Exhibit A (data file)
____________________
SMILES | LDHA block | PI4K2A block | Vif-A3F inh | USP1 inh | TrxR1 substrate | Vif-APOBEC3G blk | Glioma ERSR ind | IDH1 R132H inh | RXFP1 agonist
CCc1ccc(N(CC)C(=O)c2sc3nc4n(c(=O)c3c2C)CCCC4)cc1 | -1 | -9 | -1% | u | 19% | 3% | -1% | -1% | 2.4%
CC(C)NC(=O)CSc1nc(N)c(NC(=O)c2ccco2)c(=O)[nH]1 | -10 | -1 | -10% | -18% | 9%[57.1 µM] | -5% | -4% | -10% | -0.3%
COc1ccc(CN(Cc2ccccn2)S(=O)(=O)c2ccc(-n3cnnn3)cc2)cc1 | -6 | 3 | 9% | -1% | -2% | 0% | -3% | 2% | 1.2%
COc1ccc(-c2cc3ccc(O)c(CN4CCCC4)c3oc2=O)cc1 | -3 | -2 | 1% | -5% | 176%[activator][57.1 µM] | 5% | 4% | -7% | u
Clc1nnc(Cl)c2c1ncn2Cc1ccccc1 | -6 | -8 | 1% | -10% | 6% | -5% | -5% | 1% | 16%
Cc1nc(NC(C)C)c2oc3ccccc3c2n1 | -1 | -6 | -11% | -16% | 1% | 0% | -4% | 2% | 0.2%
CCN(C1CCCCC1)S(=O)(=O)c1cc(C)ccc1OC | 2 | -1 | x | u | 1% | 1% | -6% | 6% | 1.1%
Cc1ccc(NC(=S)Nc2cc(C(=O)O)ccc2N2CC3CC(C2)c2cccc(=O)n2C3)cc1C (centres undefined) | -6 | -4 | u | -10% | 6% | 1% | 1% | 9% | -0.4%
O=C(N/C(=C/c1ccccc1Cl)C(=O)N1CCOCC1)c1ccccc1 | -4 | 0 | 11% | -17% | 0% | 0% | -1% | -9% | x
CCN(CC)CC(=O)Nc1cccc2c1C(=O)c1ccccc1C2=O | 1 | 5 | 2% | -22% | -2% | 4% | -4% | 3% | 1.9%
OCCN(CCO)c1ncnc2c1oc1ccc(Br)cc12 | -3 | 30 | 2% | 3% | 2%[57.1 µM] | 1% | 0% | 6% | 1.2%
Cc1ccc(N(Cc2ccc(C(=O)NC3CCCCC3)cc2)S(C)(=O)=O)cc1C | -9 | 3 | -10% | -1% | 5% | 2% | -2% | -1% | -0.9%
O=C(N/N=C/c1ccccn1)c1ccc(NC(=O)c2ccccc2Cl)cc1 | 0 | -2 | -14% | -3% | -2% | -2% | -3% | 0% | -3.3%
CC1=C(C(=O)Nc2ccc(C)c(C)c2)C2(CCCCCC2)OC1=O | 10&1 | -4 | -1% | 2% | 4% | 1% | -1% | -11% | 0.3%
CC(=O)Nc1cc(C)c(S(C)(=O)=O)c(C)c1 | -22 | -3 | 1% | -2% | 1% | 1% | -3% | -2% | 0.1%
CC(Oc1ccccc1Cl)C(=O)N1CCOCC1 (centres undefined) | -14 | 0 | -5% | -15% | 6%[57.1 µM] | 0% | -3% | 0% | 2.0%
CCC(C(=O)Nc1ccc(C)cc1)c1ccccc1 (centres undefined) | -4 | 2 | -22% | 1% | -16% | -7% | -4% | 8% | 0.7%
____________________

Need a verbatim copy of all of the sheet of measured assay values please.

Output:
SMILES | LDHA block | PI4K2A block | Vif-A3F inh | USP1 inh | TrxR1 substrate | Vif-APOBEC3G blk | Glioma ERSR ind | IDH1 R132H inh | RXFP1 agonist
CCc1ccc(N(CC)C(=O)c2sc3nc4n(c(=O)c3c2C)CCCC4)cc1 | -1 | -9 | -1% | u | 19% | 3% | -1% | -1% | 2.4%
CC(C)NC(=O)CSc1nc(N)c(NC(=O)c2ccco2)c(=O)[nH]1 | -10 | -1 | -10% | -18% | 9%[57.1 µM] | -5% | -4% | -10% | -0.3%
COc1ccc(CN(Cc2ccccn2)S(=O)(=O)c2ccc(-n3cnnn3)cc2)cc1 | -6 | 3 | 9% | -1% | -2% | 0% | -3% | 2% | 1.2%
COc1ccc(-c2cc3ccc(O)c(CN4CCCC4)c3oc2=O)cc1 | -3 | -2 | 1% | -5% | 176%[activator][57.1 µM] | 5% | 4% | -7% | u
Clc1nnc(Cl)c2c1ncn2Cc1ccccc1 | -6 | -8 | 1% | -10% | 6% | -5% | -5% | 1% | 16%
Cc1nc(NC(C)C)c2oc3ccccc3c2n1 | -1 | -6 | -11% | -16% | 1% | 0% | -4% | 2% | 0.2%
CCN(C1CCCCC1)S(=O)(=O)c1cc(C)ccc1OC | 2 | -1 | x | u | 1% | 1% | -6% | 6% | 1.1%
Cc1ccc(NC(=S)Nc2cc(C(=O)O)ccc2N2CC3CC(C2)c2cccc(=O)n2C3)cc1C (centres undefined) | -6 | -4 | u | -10% | 6% | 1% | 1% | 9% | -0.4%
O=C(N/C(=C/c1ccccc1Cl)C(=O)N1CCOCC1)c1ccccc1 | -4 | 0 | 11% | -17% | 0% | 0% | -1% | -9% | x
CCN(CC)CC(=O)Nc1cccc2c1C(=O)c1ccccc1C2=O | 1 | 5 | 2% | -22% | -2% | 4% | -4% | 3% | 1.9%
OCCN(CCO)c1ncnc2c1oc1ccc(Br)cc12 | -3 | 30 | 2% | 3% | 2%[57.1 µM] | 1% | 0% | 6% | 1.2%
Cc1ccc(N(Cc2ccc(C(=O)NC3CCCCC3)cc2)S(C)(=O)=O)cc1C | -9 | 3 | -10% | -1% | 5% | 2% | -2% | -1% | -0.9%
O=C(N/N=C/c1ccccn1)c1ccc(NC(=O)c2ccccc2Cl)cc1 | 0 | -2 | -14% | -3% | -2% | -2% | -3% | 0% | -3.3%
CC1=C(C(=O)Nc2ccc(C)c(C)c2)C2(CCCCCC2)OC1=O | 10&1 | -4 | -1% | 2% | 4% | 1% | -1% | -11% | 0.3%
CC(=O)Nc1cc(C)c(S(C)(=O)=O)c(C)c1 | -22 | -3 | 1% | -2% | 1% | 1% | -3% | -2% | 0.1%
CC(Oc1ccccc1Cl)C(=O)N1CCOCC1 (centres undefined) | -14 | 0 | -5% | -15% | 6%[57.1 µM] | 0% | -3% | 0% | 2.0%
CCC(C(=O)Nc1ccc(C)cc1)c1ccccc1 (centres undefined) | -4 | 2 | -22% | 1% | -16% | -7% | -4% | 8% | 0.7%